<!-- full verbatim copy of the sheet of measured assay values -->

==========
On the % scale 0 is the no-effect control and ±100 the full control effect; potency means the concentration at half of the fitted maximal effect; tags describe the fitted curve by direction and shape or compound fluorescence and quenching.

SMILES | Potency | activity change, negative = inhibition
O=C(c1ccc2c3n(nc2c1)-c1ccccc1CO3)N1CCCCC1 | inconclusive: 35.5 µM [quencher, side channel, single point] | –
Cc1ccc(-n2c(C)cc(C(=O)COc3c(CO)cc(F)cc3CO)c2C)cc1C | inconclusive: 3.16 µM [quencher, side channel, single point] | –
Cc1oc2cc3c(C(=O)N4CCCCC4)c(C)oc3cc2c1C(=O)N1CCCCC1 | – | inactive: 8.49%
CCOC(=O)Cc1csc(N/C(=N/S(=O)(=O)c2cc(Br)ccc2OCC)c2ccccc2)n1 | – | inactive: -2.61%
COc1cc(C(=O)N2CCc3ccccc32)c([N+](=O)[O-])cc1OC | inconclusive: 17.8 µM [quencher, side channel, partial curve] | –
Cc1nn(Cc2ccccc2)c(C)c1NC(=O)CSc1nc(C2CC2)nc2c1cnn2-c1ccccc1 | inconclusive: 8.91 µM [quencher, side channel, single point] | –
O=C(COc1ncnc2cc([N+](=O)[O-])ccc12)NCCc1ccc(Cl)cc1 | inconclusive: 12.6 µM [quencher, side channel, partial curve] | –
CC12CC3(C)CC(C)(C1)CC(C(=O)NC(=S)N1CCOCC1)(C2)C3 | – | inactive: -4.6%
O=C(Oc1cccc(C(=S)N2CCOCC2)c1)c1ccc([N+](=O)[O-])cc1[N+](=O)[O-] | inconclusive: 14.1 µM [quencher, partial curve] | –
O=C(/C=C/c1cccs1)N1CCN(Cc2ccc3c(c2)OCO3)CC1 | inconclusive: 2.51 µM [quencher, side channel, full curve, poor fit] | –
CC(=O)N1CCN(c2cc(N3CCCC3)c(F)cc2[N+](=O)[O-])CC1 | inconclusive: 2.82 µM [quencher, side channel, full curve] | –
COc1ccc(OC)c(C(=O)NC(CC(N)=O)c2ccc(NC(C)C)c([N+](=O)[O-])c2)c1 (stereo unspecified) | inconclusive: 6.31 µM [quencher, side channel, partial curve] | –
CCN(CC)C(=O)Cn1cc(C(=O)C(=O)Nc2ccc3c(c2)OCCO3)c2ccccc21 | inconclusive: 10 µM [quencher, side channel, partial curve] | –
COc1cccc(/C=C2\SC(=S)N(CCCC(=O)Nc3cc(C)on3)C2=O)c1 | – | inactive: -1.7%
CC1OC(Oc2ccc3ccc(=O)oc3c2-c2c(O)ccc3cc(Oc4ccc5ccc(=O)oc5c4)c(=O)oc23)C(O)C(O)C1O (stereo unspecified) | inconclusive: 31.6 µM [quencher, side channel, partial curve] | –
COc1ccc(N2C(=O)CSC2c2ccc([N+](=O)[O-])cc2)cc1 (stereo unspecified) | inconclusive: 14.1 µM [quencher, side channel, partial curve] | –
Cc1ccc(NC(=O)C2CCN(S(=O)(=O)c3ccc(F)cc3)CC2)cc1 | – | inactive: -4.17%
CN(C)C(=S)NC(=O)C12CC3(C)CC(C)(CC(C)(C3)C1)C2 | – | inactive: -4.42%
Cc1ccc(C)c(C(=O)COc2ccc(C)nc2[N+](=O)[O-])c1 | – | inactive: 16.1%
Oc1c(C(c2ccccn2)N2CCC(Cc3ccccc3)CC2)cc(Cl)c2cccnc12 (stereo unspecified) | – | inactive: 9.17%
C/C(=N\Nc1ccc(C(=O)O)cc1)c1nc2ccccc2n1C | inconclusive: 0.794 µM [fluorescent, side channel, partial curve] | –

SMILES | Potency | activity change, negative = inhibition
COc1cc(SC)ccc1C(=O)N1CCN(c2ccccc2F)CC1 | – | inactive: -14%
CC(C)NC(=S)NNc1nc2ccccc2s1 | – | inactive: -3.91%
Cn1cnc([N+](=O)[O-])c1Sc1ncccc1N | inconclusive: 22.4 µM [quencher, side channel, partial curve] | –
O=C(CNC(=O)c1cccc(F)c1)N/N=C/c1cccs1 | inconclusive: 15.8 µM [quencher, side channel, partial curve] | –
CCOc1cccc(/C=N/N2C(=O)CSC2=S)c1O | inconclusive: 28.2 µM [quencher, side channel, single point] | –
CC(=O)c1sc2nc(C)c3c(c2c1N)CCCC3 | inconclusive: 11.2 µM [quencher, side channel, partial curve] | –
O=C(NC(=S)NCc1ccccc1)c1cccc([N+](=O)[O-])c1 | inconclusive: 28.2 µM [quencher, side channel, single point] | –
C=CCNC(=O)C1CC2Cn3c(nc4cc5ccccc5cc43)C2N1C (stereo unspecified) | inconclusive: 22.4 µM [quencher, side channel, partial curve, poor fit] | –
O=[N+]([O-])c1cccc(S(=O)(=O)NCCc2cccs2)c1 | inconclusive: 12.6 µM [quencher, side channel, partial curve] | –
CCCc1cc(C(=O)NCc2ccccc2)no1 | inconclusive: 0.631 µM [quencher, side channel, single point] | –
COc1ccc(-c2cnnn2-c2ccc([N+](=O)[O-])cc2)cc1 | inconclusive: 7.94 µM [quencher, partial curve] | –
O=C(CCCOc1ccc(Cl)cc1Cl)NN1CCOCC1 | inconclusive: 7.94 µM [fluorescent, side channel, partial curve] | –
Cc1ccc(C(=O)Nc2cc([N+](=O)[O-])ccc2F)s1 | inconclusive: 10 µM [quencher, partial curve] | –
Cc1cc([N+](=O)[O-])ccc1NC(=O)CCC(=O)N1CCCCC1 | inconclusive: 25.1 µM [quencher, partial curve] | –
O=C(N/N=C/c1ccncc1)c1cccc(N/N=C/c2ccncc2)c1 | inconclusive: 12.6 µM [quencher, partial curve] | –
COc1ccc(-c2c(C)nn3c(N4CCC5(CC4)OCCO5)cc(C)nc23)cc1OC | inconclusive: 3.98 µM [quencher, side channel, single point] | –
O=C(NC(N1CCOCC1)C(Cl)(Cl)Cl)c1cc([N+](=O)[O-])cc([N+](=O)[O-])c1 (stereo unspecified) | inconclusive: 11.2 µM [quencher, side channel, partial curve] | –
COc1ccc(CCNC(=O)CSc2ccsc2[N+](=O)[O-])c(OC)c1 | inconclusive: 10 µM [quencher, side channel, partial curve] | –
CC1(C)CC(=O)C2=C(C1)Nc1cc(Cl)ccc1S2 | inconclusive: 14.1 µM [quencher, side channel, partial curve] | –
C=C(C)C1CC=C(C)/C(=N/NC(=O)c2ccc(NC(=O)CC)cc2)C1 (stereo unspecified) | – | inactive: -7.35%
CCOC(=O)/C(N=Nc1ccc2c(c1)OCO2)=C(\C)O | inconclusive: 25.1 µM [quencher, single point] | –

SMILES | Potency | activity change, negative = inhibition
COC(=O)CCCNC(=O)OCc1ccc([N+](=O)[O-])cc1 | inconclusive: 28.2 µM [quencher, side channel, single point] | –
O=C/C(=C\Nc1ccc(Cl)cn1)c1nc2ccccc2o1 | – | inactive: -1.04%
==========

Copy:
On the % scale 0 is the no-effect control and ±100 the full control effect; potency means the concentration at half of the fitted maximal effect; tags describe the fitted curve by direction and shape or compound fluorescence and quenching.

SMILES | Potency | activity change, negative = inhibition
O=C(c1ccc2c3n(nc2c1)-c1ccccc1CO3)N1CCCCC1 | inconclusive: 35.5 µM [quencher, side channel, single point] | –
Cc1ccc(-n2c(C)cc(C(=O)COc3c(CO)cc(F)cc3CO)c2C)cc1C | inconclusive: 3.16 µM [quencher, side channel, single point] | –
Cc1oc2cc3c(C(=O)N4CCCCC4)c(C)oc3cc2c1C(=O)N1CCCCC1 | – | inactive: 8.49%
CCOC(=O)Cc1csc(N/C(=N/S(=O)(=O)c2cc(Br)ccc2OCC)c2ccccc2)n1 | – | inactive: -2.61%
COc1cc(C(=O)N2CCc3ccccc32)c([N+](=O)[O-])cc1OC | inconclusive: 17.8 µM [quencher, side channel, partial curve] | –
Cc1nn(Cc2ccccc2)c(C)c1NC(=O)CSc1nc(C2CC2)nc2c1cnn2-c1ccccc1 | inconclusive: 8.91 µM [quencher, side channel, single point] | –
O=C(COc1ncnc2cc([N+](=O)[O-])ccc12)NCCc1ccc(Cl)cc1 | inconclusive: 12.6 µM [quencher, side channel, partial curve] | –
CC12CC3(C)CC(C)(C1)CC(C(=O)NC(=S)N1CCOCC1)(C2)C3 | – | inactive: -4.6%
O=C(Oc1cccc(C(=S)N2CCOCC2)c1)c1ccc([N+](=O)[O-])cc1[N+](=O)[O-] | inconclusive: 14.1 µM [quencher, partial curve] | –
O=C(/C=C/c1cccs1)N1CCN(Cc2ccc3c(c2)OCO3)CC1 | inconclusive: 2.51 µM [quencher, side channel, full curve, poor fit] | –
CC(=O)N1CCN(c2cc(N3CCCC3)c(F)cc2[N+](=O)[O-])CC1 | inconclusive: 2.82 µM [quencher, side channel, full curve] | –
COc1ccc(OC)c(C(=O)NC(CC(N)=O)c2ccc(NC(C)C)c([N+](=O)[O-])c2)c1 (stereo unspecified) | inconclusive: 6.31 µM [quencher, side channel, partial curve] | –
CCN(CC)C(=O)Cn1cc(C(=O)C(=O)Nc2ccc3c(c2)OCCO3)c2ccccc21 | inconclusive: 10 µM [quencher, side channel, partial curve] | –
COc1cccc(/C=C2\SC(=S)N(CCCC(=O)Nc3cc(C)on3)C2=O)c1 | – | inactive: -1.7%
CC1OC(Oc2ccc3ccc(=O)oc3c2-c2c(O)ccc3cc(Oc4ccc5ccc(=O)oc5c4)c(=O)oc23)C(O)C(O)C1O (stereo unspecified) | inconclusive: 31.6 µM [quencher, side channel, partial curve] | –
COc1ccc(N2C(=O)CSC2c2ccc([N+](=O)[O-])cc2)cc1 (stereo unspecified) | inconclusive: 14.1 µM [quencher, side channel, partial curve] | –
Cc1ccc(NC(=O)C2CCN(S(=O)(=O)c3ccc(F)cc3)CC2)cc1 | – | inactive: -4.17%
CN(C)C(=S)NC(=O)C12CC3(C)CC(C)(CC(C)(C3)C1)C2 | – | inactive: -4.42%
Cc1ccc(C)c(C(=O)COc2ccc(C)nc2[N+](=O)[O-])c1 | – | inactive: 16.1%
Oc1c(C(c2ccccn2)N2CCC(Cc3ccccc3)CC2)cc(Cl)c2cccnc12 (stereo unspecified) | – | inactive: 9.17%
C/C(=N\Nc1ccc(C(=O)O)cc1)c1nc2ccccc2n1C | inconclusive: 0.794 µM [fluorescent, side channel, partial curve] | –

SMILES | Potency | activity change, negative = inhibition
COc1cc(SC)ccc1C(=O)N1CCN(c2ccccc2F)CC1 | – | inactive: -14%
CC(C)NC(=S)NNc1nc2ccccc2s1 | – | inactive: -3.91%
Cn1cnc([N+](=O)[O-])c1Sc1ncccc1N | inconclusive: 22.4 µM [quencher, side channel, partial curve] | –
O=C(CNC(=O)c1cccc(F)c1)N/N=C/c1cccs1 | inconclusive: 15.8 µM [quencher, side channel, partial curve] | –
CCOc1cccc(/C=N/N2C(=O)CSC2=S)c1O | inconclusive: 28.2 µM [quencher, side channel, single point] | –
CC(=O)c1sc2nc(C)c3c(c2c1N)CCCC3 | inconclusive: 11.2 µM [quencher, side channel, partial curve] | –
O=C(NC(=S)NCc1ccccc1)c1cccc([N+](=O)[O-])c1 | inconclusive: 28.2 µM [quencher, side channel, single point] | –
C=CCNC(=O)C1CC2Cn3c(nc4cc5ccccc5cc43)C2N1C (stereo unspecified) | inconclusive: 22.4 µM [quencher, side channel, partial curve, poor fit] | –
O=[N+]([O-])c1cccc(S(=O)(=O)NCCc2cccs2)c1 | inconclusive: 12.6 µM [quencher, side channel, partial curve] | –
CCCc1cc(C(=O)NCc2ccccc2)no1 | inconclusive: 0.631 µM [quencher, side channel, single point] | –
COc1ccc(-c2cnnn2-c2ccc([N+](=O)[O-])cc2)cc1 | inconclusive: 7.94 µM [quencher, partial curve] | –
O=C(CCCOc1ccc(Cl)cc1Cl)NN1CCOCC1 | inconclusive: 7.94 µM [fluorescent, side channel, partial curve] | –
Cc1ccc(C(=O)Nc2cc([N+](=O)[O-])ccc2F)s1 | inconclusive: 10 µM [quencher, partial curve] | –
Cc1cc([N+](=O)[O-])ccc1NC(=O)CCC(=O)N1CCCCC1 | inconclusive: 25.1 µM [quencher, partial curve] | –
O=C(N/N=C/c1ccncc1)c1cccc(N/N=C/c2ccncc2)c1 | inconclusive: 12.6 µM [quencher, partial curve] | –
COc1ccc(-c2c(C)nn3c(N4CCC5(CC4)OCCO5)cc(C)nc23)cc1OC | inconclusive: 3.98 µM [quencher, side channel, single point] | –
O=C(NC(N1CCOCC1)C(Cl)(Cl)Cl)c1cc([N+](=O)[O-])cc([N+](=O)[O-])c1 (stereo unspecified) | inconclusive: 11.2 µM [quencher, side channel, partial curve] | –
COc1ccc(CCNC(=O)CSc2ccsc2[N+](=O)[O-])c(OC)c1 | inconclusive: 10 µM [quencher, side channel, partial curve] | –
CC1(C)CC(=O)C2=C(C1)Nc1cc(Cl)ccc1S2 | inconclusive: 14.1 µM [quencher, side channel, partial curve] | –
C=C(C)C1CC=C(C)/C(=N/NC(=O)c2ccc(NC(=O)CC)cc2)C1 (stereo unspecified) | – | inactive: -7.35%
CCOC(=O)/C(N=Nc1ccc2c(c1)OCO2)=C(\C)O | inconclusive: 25.1 µM [quencher, single point] | –

SMILES | Potency | activity change, negative = inhibition
COC(=O)CCCNC(=O)OCc1ccc([N+](=O)[O-])cc1 | inconclusive: 28.2 µM [quencher, side channel, single point] | –
O=C/C(=C\Nc1ccc(Cl)cn1)c1nc2ccccc2o1 | – | inactive: -1.04%